MTO S1E2 – “Nineteen” – Transcript

by D.J. Sylvis


This is Consortium Channel 5, Moonbase Reports and Broadcasts, sponsored by the Sacramento Enclave and the Consortium Academies of Higher Learning.

The Consortium interrupts this broadcast for the following sponsored message.

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Broadcasting. This is Roger Bragado-Fischer, Communications, Moonbase Theta. The date is August 11, 2098; the time is 22:43.

Base shutdown is at nineteen weeks and counting; all tasks are moving forward on schedule, though with … minor variations. There has been some dispute among the extant crew members over who holds responsibility for quality assurance and final task approval. Our management team, of course, went into stasis on your instructions, which left a certain … vacuum. Perhaps in space, you believed that was unavoidable. But it is becoming an issue, particularly in the monitoring of the telescopic arrays. Clarification is requested.

With the reduction in active personnel, we’ve all been taking shifts in the observatory. Dr. Ray – Ashwini – is immersed in data analysis, particularly as deadlines loom in our schedule. They’ve even taken to sleeping in the chamber. We assist by monitoring the flow in real-time, both from the radio antenna array and the multi-wavelength optical telescopes. Optical monitoring is, of course, only useful when observing closer and more erratic cosmic phenomena. We log variations for review, and if they are marked for follow-up, we alter our focus in that direction. In theory, these decisions come from Ashwini as well, but a lot of it has been passed on to bots they’ve written into the network. Direct feedback or signoff on our labour is nonexistent.

It has been intriguing, being brought up to speed on the radio array, learning to read the data. To be sitting hundreds of meters underground, the array spanning the breadth of the Daedalus Crater above us … All of space filtered down in streams of numbers, in correlations and profiles that spiral like the galaxies they reflect …quasars, nebulae, the unbelievable mass of a black hole, invisible but radiant gas clouds … wavelengths too massive to measure through mirrors and glass. It’s a magnificence unimaginable to the naked eye.

Of course, it’s my responsibility as Communications to capture it all, both for reports and to use in crafting outgoing messages. But there have been issues. Michell keeps inserting themselves into the process as if we all report to them, as if Security in the natural order of things trumps science or necessity or … beauty. Certainly, if we find evidence of an incipient alien invasion, or encroaching development by a rival corporate entity, they’ll be the first we alert. But otherwise … you see the issue. If you could provide a memo, perhaps outline a reporting structure for these situations –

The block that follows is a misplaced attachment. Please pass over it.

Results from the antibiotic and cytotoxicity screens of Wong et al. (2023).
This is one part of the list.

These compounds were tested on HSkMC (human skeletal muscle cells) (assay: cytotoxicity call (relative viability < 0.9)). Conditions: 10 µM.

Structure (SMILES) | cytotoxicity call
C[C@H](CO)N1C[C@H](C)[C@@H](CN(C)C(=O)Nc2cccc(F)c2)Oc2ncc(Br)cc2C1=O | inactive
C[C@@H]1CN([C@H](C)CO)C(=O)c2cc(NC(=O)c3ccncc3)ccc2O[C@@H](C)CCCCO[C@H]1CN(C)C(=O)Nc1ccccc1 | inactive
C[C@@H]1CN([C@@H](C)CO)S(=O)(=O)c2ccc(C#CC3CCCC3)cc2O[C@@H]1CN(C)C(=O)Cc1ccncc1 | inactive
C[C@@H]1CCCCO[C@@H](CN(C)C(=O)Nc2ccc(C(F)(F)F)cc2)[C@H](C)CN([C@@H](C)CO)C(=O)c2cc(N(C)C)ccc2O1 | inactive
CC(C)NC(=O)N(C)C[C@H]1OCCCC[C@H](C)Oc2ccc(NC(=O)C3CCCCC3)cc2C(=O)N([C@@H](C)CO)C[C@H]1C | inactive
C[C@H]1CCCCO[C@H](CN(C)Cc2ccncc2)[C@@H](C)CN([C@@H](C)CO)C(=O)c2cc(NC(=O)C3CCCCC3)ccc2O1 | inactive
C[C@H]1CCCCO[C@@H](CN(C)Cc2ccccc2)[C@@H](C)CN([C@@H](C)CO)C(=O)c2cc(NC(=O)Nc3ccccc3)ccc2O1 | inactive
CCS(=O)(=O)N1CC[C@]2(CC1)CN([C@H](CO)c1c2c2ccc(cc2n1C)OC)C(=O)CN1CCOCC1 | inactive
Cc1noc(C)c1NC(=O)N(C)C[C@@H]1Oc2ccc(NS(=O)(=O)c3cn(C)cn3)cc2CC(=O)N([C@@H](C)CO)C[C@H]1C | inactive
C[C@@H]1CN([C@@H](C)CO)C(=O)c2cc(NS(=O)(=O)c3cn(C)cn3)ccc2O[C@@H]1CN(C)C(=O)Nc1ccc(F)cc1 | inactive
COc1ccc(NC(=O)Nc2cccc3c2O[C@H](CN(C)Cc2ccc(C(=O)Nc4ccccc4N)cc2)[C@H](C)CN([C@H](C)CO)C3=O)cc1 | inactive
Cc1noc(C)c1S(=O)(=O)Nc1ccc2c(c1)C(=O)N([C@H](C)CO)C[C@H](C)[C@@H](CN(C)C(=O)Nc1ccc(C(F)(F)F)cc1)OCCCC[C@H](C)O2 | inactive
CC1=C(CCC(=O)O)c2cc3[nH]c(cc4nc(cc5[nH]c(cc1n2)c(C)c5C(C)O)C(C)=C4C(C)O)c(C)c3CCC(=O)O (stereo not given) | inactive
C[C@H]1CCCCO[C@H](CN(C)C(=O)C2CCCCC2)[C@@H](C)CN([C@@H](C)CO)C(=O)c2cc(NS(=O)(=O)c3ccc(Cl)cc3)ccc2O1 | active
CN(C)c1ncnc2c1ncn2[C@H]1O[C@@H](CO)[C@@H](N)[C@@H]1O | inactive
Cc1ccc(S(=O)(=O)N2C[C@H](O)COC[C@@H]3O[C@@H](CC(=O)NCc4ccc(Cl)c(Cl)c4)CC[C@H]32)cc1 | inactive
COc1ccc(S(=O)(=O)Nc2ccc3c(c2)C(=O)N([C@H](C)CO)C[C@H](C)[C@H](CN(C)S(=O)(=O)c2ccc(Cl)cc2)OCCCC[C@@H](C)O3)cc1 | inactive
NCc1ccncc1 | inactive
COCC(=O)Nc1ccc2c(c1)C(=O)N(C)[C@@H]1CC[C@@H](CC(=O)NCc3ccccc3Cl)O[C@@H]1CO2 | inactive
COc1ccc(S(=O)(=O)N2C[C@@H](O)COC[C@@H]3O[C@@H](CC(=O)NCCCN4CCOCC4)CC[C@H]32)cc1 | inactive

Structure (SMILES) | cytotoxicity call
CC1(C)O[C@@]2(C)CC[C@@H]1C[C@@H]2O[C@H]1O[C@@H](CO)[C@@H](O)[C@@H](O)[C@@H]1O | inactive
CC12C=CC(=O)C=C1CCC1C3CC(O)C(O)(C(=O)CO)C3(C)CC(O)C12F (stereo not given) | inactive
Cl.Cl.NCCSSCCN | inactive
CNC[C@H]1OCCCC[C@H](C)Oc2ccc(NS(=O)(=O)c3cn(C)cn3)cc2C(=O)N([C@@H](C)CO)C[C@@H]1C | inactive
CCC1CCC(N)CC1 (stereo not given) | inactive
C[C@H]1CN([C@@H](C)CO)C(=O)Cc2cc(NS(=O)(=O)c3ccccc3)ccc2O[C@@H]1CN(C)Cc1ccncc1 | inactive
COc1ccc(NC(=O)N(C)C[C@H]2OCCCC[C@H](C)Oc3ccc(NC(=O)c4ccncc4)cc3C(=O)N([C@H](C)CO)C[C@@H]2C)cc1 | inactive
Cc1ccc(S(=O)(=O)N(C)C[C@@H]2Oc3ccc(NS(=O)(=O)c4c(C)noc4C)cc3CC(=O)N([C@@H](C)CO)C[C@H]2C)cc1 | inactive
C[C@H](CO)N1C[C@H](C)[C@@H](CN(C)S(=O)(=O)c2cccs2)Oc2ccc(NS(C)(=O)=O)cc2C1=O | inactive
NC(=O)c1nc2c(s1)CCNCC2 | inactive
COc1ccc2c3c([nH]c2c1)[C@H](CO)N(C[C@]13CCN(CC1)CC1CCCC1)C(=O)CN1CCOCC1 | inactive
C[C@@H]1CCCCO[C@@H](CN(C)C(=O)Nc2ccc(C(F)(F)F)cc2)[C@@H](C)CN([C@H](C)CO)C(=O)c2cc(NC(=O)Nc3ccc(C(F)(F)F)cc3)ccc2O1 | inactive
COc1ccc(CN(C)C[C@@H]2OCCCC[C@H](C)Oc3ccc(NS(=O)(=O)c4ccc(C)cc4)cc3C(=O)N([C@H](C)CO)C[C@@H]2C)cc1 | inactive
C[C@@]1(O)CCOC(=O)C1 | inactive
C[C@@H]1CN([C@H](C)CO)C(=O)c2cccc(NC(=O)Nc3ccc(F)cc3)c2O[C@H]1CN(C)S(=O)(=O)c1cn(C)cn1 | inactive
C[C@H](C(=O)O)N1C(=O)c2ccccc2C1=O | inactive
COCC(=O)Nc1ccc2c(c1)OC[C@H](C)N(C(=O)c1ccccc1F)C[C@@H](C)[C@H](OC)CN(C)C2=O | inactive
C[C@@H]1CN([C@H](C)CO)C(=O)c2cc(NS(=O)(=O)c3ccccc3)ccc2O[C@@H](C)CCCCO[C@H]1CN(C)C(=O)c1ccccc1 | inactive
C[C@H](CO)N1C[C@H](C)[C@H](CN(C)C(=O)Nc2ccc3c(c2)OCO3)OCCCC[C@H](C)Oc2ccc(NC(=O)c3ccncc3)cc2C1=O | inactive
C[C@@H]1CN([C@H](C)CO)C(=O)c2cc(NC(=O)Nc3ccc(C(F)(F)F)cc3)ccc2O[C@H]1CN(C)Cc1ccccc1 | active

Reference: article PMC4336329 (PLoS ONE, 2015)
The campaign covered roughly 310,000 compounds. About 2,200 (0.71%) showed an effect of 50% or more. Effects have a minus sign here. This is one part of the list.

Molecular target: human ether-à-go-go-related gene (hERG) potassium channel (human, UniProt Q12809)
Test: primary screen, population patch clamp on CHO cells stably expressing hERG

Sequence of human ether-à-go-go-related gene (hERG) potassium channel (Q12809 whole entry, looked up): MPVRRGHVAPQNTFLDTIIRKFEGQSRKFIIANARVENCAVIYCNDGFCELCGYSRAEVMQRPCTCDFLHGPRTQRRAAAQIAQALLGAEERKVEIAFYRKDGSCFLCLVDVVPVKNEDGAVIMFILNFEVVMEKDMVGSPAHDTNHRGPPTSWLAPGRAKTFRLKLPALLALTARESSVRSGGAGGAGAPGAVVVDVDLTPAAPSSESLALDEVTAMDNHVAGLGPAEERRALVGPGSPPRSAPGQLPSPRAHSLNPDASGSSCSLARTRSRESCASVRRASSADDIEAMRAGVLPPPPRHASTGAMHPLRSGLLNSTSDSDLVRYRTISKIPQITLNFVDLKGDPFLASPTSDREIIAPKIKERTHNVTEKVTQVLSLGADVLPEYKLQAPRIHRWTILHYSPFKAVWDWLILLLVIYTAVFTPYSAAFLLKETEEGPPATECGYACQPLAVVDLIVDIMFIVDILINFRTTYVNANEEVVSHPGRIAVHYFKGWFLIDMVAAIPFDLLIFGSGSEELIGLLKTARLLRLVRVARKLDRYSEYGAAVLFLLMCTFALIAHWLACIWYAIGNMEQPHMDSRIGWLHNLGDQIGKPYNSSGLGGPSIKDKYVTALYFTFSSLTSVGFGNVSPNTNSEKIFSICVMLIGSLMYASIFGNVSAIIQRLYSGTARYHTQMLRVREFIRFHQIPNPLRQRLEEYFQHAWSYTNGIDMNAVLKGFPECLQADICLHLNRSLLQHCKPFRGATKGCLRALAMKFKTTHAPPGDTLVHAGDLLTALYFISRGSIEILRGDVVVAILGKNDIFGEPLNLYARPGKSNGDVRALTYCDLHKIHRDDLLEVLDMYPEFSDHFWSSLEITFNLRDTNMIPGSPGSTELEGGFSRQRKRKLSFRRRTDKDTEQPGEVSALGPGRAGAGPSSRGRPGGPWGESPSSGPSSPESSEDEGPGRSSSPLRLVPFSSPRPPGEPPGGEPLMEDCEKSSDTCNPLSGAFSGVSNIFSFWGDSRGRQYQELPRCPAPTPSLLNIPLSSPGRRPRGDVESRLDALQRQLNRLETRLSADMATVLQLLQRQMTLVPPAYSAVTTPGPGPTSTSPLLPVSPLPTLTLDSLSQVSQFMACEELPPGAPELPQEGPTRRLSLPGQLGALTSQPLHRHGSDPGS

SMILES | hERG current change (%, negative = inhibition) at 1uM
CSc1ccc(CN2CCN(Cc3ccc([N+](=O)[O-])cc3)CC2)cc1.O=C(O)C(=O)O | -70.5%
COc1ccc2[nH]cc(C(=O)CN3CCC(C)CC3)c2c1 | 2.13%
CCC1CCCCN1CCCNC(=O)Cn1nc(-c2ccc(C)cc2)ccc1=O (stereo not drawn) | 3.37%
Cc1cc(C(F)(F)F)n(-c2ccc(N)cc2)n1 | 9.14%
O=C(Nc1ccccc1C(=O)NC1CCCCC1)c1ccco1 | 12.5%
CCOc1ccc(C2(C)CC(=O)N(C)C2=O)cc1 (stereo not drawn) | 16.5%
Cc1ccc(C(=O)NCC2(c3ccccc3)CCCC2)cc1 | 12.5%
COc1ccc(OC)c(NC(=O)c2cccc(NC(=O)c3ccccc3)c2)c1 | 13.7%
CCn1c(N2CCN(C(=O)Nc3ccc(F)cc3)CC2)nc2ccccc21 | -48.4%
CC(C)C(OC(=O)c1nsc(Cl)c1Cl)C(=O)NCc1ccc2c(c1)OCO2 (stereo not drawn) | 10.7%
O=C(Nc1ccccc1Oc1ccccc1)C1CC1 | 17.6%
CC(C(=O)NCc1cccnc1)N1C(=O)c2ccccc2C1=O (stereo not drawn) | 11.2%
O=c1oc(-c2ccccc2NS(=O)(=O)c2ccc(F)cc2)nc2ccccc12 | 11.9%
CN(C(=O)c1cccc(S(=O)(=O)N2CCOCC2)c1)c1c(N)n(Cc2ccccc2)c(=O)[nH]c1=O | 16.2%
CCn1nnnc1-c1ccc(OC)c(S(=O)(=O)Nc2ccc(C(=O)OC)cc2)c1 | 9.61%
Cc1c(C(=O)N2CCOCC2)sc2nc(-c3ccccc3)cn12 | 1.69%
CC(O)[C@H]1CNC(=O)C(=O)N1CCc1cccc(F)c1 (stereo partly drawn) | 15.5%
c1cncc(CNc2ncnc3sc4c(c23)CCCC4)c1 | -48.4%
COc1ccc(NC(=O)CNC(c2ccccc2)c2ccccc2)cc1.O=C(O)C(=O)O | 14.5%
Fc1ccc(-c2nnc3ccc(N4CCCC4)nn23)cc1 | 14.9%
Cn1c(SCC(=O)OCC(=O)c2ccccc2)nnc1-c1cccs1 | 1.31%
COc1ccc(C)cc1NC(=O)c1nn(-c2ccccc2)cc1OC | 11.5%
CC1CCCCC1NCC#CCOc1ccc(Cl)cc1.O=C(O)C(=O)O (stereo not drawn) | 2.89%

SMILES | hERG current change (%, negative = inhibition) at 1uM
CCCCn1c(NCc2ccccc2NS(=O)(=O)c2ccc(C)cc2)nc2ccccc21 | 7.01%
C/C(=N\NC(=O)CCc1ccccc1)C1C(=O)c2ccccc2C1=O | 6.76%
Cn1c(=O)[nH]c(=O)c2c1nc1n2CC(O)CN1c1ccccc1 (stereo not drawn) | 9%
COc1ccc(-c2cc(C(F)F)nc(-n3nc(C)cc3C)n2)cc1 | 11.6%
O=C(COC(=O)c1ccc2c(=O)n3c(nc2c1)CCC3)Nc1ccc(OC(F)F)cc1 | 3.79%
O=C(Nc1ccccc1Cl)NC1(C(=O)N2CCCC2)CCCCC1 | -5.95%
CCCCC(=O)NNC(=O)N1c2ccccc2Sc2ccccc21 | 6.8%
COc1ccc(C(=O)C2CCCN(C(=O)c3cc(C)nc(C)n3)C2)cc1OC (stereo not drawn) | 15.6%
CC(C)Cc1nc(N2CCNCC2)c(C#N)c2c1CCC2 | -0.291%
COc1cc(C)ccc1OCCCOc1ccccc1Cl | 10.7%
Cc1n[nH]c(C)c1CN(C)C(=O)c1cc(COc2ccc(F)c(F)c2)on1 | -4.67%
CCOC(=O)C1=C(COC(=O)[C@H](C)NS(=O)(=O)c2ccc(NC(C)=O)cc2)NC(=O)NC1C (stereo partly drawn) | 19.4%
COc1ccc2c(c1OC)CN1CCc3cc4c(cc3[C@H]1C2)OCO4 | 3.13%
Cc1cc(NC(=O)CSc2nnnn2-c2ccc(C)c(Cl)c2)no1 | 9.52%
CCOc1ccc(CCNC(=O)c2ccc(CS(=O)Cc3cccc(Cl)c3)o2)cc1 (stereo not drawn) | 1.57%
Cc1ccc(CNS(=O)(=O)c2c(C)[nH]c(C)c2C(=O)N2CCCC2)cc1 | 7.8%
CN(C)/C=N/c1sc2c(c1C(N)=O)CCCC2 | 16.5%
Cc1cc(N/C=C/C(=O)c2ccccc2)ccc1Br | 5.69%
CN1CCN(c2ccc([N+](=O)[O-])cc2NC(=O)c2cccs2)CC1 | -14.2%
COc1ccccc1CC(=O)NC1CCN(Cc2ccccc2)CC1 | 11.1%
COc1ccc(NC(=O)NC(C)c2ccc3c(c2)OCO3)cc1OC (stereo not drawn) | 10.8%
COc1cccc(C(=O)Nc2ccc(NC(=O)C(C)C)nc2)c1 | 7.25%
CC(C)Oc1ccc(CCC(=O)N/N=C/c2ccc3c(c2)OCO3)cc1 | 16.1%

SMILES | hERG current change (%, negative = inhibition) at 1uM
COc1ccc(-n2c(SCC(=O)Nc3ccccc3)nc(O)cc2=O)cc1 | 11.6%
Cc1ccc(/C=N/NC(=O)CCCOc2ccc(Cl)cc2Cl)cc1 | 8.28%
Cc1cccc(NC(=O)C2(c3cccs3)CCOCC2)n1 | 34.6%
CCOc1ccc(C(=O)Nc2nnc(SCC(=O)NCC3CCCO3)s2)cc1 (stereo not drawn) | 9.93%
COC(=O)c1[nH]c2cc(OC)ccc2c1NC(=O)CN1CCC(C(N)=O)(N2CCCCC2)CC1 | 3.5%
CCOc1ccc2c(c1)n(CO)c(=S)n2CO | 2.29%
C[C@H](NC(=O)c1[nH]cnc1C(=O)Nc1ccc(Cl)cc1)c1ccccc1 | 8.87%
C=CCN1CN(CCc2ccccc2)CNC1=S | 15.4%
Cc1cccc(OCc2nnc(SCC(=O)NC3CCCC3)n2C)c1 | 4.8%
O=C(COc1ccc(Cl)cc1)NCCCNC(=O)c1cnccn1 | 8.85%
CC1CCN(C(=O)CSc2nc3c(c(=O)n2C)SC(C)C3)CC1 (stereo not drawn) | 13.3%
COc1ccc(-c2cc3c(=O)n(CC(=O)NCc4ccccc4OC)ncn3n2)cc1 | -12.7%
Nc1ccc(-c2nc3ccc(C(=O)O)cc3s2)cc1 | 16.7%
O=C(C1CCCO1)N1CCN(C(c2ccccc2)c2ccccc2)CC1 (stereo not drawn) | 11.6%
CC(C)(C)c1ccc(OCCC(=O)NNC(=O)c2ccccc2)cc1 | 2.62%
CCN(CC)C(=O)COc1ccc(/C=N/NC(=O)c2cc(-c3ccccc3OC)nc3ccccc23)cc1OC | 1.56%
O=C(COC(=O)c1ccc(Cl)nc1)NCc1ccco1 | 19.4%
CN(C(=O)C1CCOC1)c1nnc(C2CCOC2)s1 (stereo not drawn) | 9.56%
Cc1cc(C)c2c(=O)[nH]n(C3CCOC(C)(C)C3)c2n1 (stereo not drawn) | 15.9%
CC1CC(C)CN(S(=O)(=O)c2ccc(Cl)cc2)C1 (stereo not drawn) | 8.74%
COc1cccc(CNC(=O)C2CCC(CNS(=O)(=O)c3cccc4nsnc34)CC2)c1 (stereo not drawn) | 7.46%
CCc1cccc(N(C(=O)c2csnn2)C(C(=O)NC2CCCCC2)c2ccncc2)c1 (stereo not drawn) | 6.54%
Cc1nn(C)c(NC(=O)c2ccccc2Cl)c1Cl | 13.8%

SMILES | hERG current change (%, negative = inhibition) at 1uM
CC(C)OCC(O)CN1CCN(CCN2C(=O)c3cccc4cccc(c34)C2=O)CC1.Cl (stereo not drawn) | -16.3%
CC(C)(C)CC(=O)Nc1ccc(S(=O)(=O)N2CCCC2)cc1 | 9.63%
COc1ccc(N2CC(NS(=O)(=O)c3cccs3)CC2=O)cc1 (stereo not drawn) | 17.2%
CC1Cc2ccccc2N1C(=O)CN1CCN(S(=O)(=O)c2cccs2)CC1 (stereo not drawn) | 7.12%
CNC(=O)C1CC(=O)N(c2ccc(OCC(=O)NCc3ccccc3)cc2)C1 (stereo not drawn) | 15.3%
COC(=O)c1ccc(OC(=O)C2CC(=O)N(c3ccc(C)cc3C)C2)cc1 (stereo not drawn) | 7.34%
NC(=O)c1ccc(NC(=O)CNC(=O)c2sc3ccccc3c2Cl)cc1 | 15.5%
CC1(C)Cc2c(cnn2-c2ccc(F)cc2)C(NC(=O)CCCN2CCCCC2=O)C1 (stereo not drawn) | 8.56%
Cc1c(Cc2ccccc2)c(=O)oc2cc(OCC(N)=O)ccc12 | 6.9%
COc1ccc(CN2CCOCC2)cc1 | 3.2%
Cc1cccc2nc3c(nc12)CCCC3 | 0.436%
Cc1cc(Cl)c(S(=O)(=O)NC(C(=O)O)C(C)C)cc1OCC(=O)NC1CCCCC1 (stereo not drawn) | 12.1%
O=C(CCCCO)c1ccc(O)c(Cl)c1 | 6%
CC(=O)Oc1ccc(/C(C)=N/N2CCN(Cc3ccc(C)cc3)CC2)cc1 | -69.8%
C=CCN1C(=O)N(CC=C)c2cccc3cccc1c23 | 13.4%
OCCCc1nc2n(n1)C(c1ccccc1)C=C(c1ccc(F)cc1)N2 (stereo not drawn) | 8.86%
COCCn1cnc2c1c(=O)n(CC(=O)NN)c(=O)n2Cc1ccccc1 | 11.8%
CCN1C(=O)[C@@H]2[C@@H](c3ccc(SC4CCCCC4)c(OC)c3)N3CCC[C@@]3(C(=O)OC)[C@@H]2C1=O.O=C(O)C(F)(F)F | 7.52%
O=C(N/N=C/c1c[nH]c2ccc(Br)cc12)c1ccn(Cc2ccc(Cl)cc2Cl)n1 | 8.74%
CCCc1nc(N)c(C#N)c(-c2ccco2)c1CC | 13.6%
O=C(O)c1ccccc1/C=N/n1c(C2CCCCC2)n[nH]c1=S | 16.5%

I am not suggesting that I be put in charge. I believe Dr. Ray is still capable, given proper motivation and reminders, to manage their area.

Base operations remain within acceptable levels. Helium-3 stores are at 90% and are being converted and stored for transfer on the returning supply rocket. Water is at 60%; a slight decrease due to an accident caused when the sewage tanks were vented directly to the surface. Please note the attached map and adjust your landing locations appropriately.

Two final notes, both referring back to my previous transmission. First, we requested copies of the near-side Bases’ shutdown logs for review. So far, our stasis pods have remained stable, but these would assist in reducing some significant safety concerns. Second, regarding my request for vehicle access to inspect and repair the microwave transmission towers. Michell has informed me that this is now pending with Security for approval. I’d ask you to reconsider and respond directly.

Personal message follows from this point. Alexandre, I’m missing you terribly today. Pets to Cas and Pol; have you been watching what they eat? You know how they get during squirrel season. You’ve been on my mind so often through the days, wishing I could share all this with you. Should we ever need to escape the strife on Earth, I’ve claimed a nebula in your name. The mathematics are absolutely lovely.

Moonbase Theta, out.

(The episode ends.)


Thank you for listening to Moonbase Theta, Out! Leeman Kessler is Roger Bragado-Fischer; the episode was written, edited and produced by D.J. Sylvis.

Theme music is “Star” by the band Ramp – check them out at ramp dash music dot net. Additional credits are in the show notes, and additional show information is on monkeyman productions dot com. Follow us on Facebook and Twitter – we use Twitter a lot – and if you want to be one of the super-moon-heroes who help us make the show possible, support us at Patreon dot com slash monkeymanproductions! We give our backers a lot of extras and
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